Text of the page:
In the Netherlands we all live in cities and our lifestyles quite resemble each other, so when the general opinion of these products changes the consequences will be enormous. In the end even the biggest of companies are all dependent on their customers. That is why the government should do advertising on environmental problems. When the government makes a statement on an educational level this might push citizens towards acting on their values. For example make a postbus 51 clip on climate change. Also an obligatory program on sustainability in high school, and affection with nature programs on primary schools could be very helpful. This will cause major leverage in society for changing towards a sustainable society, which will cause all political parties to choose for a more environmental friendly approach, not matter if they are right or left sided.

Now that elections are coming up it is important to make voters aware of the importance and to force all parties to choose for a more sustainable approach. When people are influenced by advertisement to choose for a more sustainable future in the form of new tax regulations charging unwanted products this will cause the biggest changes. In the end the only way we will be able to create more sustainable cities is if we want it ourselves.

Your final good deed

A wooden casket with on top gorgeous floral arrangements is being carried across the cemetery. Followed by a procession of mourning silent people the casket arrives at the grave where tombstone marks the final resting place of the deceased. We want to give our loved ones a funeral they deserve. However, such “traditional” Western burial is the worst ways to dispose of a body.

The impact of a funeral

Reports of Netherlands Organisation for Applied Scientific Research (TNO) show that burial is the most stressful for the environment, followed by cremation. The least stressful is a technique called alkaline hydrolysis. With this technique the body is being dissolved under pressure in hot water with potassium oxide.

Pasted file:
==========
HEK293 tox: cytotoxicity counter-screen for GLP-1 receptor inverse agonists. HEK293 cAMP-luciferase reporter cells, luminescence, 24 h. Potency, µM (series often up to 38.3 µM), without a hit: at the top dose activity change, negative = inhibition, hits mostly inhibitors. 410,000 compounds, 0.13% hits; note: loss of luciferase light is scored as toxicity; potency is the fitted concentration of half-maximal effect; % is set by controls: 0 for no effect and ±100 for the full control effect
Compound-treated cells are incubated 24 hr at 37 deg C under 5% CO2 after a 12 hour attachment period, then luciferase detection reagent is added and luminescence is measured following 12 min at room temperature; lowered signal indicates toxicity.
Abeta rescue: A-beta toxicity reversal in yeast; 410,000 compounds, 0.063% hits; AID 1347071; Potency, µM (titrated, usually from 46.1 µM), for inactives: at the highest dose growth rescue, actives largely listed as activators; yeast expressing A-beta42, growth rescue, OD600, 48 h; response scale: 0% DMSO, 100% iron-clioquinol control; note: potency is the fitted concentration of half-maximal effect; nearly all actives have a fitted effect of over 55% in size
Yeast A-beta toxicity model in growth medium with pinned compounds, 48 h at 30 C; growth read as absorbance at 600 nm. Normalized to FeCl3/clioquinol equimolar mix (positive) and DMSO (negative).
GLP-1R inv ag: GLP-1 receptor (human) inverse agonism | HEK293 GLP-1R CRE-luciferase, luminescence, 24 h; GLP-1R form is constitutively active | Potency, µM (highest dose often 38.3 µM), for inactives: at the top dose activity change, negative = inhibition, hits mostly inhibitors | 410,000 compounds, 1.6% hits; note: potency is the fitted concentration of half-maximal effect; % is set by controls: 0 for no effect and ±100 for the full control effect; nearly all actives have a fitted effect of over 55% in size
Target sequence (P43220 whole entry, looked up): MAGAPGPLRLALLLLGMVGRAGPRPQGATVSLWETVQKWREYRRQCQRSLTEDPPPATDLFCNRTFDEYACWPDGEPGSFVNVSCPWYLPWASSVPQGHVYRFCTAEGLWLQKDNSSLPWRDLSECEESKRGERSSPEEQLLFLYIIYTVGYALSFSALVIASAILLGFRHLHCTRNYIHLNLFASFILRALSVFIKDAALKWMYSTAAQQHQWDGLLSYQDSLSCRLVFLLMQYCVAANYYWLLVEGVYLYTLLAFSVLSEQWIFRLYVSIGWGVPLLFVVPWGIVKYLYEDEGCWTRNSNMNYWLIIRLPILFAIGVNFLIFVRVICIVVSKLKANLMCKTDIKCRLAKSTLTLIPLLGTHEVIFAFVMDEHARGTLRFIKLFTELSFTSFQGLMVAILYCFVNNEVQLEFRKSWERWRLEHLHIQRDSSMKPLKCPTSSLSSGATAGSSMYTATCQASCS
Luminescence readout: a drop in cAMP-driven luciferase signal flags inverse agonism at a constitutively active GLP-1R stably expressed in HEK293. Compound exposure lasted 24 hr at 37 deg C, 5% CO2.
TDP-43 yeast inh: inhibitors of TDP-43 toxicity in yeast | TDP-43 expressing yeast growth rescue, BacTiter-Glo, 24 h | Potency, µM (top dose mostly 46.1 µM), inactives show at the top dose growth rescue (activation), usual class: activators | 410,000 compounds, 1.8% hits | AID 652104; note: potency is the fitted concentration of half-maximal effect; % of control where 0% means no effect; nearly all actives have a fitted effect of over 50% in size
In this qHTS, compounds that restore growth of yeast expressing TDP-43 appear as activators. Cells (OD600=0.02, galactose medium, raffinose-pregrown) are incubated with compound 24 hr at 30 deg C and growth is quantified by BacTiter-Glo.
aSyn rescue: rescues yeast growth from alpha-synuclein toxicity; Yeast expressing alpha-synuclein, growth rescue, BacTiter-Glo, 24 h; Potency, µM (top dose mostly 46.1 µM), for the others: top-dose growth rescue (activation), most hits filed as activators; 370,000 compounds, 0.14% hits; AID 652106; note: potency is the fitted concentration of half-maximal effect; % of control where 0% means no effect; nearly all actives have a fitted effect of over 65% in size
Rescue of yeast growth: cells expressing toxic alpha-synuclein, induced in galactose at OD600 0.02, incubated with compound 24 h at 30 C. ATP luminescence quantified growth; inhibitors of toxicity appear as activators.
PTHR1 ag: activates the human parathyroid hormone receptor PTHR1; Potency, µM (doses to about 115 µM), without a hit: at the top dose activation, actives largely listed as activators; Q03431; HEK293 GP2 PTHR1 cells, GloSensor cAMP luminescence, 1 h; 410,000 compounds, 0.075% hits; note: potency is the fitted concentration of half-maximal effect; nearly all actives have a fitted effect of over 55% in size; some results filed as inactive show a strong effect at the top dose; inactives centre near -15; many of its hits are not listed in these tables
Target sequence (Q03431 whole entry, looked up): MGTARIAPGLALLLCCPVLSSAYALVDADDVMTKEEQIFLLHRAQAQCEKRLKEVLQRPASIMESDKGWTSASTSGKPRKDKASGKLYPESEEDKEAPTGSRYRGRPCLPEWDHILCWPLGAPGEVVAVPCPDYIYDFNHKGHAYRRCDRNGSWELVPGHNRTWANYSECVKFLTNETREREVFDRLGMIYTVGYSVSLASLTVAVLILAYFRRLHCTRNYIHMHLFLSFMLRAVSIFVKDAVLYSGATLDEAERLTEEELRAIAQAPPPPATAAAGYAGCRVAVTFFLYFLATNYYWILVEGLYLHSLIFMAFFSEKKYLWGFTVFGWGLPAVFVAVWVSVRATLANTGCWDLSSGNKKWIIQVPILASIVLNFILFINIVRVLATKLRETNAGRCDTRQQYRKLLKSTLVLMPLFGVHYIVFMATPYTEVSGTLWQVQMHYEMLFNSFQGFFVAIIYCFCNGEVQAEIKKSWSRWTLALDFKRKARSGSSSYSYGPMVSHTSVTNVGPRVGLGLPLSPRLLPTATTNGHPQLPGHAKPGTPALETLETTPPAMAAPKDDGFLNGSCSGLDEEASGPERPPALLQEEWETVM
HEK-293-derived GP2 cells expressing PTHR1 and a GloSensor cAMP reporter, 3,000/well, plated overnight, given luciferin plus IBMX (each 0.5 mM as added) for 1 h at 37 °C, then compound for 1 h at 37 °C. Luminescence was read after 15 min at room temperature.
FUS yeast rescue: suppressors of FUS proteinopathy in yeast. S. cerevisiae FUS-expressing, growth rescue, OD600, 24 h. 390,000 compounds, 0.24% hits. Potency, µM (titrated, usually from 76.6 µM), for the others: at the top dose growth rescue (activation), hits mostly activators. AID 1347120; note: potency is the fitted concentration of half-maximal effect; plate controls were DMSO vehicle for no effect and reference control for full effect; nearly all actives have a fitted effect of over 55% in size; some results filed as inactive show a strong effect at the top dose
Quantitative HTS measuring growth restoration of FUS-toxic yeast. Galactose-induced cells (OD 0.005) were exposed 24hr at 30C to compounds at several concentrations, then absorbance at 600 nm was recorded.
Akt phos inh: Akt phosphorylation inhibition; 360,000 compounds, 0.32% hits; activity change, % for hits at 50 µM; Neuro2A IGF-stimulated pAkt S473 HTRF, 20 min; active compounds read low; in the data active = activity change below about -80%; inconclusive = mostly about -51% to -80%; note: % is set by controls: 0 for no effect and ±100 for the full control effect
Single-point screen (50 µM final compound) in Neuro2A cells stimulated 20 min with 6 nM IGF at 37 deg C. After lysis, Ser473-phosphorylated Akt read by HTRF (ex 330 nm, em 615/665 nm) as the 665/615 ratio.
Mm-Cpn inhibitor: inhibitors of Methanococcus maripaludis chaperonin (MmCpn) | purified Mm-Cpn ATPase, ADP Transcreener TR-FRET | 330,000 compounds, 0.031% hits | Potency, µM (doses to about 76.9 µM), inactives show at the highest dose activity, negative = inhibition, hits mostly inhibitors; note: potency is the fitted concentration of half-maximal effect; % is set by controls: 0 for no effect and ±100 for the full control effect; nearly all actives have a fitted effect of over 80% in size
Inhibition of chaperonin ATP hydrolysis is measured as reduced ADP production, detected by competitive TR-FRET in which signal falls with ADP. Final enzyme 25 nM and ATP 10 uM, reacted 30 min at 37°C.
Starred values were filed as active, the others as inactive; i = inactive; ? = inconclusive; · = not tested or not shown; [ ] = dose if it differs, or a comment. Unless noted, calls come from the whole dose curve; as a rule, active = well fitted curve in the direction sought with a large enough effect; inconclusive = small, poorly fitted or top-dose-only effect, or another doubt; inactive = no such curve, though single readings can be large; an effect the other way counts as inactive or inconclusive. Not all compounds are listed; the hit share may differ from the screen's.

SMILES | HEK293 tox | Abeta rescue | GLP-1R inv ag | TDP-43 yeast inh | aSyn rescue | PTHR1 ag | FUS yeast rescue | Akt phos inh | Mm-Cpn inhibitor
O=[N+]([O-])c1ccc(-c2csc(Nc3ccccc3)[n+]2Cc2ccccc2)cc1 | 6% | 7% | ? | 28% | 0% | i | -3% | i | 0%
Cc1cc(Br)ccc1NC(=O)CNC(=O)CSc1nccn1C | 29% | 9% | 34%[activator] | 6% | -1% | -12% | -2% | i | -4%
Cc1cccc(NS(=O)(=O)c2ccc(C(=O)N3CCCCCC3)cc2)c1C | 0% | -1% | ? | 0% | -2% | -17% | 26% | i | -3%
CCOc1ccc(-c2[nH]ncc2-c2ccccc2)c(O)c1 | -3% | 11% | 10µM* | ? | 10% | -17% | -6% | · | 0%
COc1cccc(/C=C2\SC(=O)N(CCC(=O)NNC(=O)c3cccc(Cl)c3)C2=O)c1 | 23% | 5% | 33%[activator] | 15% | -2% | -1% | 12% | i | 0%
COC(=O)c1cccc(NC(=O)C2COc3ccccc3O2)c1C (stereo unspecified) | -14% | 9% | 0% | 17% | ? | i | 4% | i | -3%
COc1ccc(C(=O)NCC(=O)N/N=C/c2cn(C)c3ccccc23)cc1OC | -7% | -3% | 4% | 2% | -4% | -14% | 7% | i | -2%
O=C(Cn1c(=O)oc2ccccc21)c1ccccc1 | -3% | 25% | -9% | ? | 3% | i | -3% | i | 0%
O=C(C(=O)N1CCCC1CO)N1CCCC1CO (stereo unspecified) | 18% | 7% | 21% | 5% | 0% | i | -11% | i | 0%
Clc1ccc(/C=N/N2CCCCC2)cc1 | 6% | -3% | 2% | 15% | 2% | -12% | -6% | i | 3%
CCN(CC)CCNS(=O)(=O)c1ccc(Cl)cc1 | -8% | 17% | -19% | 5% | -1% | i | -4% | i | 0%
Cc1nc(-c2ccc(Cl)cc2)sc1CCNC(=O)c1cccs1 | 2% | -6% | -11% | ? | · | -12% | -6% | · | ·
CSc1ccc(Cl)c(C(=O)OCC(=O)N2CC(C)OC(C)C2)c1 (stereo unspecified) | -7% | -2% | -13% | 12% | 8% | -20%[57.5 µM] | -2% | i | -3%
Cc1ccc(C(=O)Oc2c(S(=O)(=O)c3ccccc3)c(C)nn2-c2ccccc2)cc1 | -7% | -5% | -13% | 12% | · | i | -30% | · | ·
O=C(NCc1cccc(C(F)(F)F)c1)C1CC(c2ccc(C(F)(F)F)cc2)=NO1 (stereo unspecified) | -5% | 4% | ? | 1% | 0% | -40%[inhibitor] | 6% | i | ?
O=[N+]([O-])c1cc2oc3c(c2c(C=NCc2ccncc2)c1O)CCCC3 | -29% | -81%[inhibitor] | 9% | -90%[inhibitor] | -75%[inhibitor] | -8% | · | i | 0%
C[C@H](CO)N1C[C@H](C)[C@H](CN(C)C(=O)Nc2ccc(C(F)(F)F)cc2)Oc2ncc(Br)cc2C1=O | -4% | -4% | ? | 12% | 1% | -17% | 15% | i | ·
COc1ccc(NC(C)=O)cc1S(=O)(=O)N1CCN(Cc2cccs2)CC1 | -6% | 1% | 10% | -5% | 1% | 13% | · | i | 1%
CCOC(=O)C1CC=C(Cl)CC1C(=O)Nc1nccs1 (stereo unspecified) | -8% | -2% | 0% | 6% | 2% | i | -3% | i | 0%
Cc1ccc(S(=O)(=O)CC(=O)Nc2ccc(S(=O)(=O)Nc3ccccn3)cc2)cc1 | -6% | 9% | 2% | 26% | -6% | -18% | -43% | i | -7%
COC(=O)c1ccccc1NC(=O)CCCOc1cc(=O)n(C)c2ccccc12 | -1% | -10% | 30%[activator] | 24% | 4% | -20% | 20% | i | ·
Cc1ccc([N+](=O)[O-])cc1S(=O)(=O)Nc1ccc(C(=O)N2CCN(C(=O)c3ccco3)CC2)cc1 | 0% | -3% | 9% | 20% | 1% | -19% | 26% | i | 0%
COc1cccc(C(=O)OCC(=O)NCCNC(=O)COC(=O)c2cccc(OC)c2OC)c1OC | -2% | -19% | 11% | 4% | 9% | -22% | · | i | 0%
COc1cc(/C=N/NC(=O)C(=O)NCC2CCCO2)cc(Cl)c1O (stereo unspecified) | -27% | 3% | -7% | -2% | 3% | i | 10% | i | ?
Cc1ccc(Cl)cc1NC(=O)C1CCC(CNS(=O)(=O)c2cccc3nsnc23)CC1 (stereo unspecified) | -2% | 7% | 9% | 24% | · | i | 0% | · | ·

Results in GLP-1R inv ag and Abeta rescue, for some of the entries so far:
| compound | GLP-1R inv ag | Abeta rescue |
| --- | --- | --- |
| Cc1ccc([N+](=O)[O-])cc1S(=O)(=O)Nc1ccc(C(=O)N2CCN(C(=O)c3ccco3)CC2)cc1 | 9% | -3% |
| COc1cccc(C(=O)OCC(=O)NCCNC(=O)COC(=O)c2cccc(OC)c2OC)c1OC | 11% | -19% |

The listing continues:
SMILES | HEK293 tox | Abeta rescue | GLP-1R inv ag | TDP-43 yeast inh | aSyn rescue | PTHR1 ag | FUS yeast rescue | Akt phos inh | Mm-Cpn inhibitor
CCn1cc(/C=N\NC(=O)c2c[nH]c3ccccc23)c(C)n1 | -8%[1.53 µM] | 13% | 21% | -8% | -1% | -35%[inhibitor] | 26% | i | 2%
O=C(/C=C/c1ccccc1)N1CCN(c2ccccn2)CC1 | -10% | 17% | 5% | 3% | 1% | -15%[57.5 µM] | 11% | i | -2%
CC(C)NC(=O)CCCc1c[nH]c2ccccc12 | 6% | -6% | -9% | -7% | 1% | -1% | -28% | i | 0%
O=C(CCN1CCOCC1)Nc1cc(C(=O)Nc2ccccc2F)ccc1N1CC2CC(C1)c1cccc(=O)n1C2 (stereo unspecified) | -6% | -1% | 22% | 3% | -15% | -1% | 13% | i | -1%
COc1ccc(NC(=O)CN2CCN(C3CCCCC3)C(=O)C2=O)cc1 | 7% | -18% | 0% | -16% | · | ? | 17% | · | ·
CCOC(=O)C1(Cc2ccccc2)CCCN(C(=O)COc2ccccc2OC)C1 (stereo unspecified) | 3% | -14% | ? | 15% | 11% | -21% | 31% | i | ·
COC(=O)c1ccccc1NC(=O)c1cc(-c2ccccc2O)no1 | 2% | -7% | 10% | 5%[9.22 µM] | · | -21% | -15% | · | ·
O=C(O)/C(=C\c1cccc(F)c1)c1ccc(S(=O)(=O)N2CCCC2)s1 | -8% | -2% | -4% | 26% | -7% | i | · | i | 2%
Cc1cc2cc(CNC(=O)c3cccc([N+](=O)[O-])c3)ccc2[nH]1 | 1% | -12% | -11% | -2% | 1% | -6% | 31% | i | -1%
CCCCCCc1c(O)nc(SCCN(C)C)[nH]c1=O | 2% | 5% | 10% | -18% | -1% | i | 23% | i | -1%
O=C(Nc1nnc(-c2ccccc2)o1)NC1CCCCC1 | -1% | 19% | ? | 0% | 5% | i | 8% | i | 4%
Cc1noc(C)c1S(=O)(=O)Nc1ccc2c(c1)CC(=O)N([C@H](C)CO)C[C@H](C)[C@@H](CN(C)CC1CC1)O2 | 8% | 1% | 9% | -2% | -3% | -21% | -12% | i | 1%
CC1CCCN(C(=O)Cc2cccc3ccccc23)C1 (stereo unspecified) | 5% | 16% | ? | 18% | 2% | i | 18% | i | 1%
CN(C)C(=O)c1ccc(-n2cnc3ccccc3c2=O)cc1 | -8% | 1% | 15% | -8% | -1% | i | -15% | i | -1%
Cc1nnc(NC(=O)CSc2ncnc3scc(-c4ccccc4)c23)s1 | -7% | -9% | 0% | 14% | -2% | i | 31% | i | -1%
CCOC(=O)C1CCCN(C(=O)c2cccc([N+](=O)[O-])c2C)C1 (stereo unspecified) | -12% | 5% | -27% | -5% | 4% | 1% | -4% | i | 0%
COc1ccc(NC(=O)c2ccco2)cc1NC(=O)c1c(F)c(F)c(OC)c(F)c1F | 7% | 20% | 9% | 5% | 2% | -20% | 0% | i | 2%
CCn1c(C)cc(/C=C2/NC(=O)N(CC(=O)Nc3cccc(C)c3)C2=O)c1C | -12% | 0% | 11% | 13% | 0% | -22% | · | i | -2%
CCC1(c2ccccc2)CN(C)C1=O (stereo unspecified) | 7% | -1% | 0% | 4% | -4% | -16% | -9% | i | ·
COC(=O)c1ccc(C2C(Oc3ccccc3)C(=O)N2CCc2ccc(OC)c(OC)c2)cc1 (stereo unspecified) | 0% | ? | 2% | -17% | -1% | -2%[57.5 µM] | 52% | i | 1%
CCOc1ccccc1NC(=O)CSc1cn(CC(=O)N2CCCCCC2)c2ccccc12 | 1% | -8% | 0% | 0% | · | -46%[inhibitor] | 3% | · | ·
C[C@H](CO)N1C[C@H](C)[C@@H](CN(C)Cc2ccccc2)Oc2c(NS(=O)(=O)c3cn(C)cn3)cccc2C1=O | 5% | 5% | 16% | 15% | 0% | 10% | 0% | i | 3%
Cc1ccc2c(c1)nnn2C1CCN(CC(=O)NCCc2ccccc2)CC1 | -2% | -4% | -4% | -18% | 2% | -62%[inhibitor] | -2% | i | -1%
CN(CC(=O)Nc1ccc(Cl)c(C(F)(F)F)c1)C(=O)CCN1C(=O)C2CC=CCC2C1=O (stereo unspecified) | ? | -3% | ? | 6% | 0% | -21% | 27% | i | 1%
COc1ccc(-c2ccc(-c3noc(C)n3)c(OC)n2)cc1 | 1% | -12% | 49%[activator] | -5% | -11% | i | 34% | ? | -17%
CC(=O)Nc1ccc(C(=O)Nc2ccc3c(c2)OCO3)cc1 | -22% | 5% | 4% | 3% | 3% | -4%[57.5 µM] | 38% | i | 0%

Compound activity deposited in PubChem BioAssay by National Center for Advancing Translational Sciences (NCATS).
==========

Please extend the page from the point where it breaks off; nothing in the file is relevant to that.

Watch this video on how alkaline hydrolysis works

In the reports the impact on the environment is indicated among other things in shadow prices. These prices are the costs that have to be made to compensate the effects of the funeral techniques on the environment in euros.

The total environmental impact of the funeral techniques is between €2.59 for alkaline hydrolysis and €50.83 for a burial for an average deceased person. Cremation lies between those two, €48.47.

With burials, the biggest factor of impact is the space it takes to bury someone, costing 19.26 euros to compensate. The second biggest factor is particulate formation, 13.44 euros, followed by water supply depletion, 10.58 euros.

The biggest factor with cremation is particulate formation, costing 18.37 euros. Also cremation has a big effect on the water supply, its shadow price is 10.35 euros. Eutrophication, the enrichment of a water body with nutrients causing loss of biodiversity and depletion of oxygen, comes third with a shadow price of almost 7 euros.

The shadow price of just 2.59 euros for alkaline hydrolysis doesn’t mean the process isn’t stressful for the environment. It means that costs are compensated. Some of the effects categories have negative values. The water supply depletion costs for alkaline hydrolysis are 4.53 euros, but the costs for human toxicity are -2.15 euros. Together with the negative value for particulate formation, -2.07 euros, and the values of other effects categories, makes that alkaline hydrolysis has a net shadow price of 2.59 euros.

Screen Shot 2018-01-14 at 20.37.20
The environmental impact in shadow prices of burial (left), cremation (middle) and alkaline hydrolysis (right) (TNO 2014 R11303)

So what to do?

Keeping in mind that an average burial costs between €8,500 and €11,000, why don’t we all choose for the greenest and much cheaper version? The main reason could be the fact it is not legal in the Netherlands. The research done by TNO has been conducted on behalf of Yarden, a Dutch funeral organisation and insurer. The aim of the research is to provide information needed to change the law regarding funeral techniques in the Netherlands. This law states that one’s body may be buried, cremated or donated to science.

The two funeral techniques apart from burial, provide the great advantage of being able to recycle metals which otherwise would be lost in the ground. With alkaline hydrolysis this advantage is extended to the capability of recycling noble metals. This recycling results in a compensation of environmental effects.

For now, we can only hope that when our time has come the law permits us to do our final good deed for this world.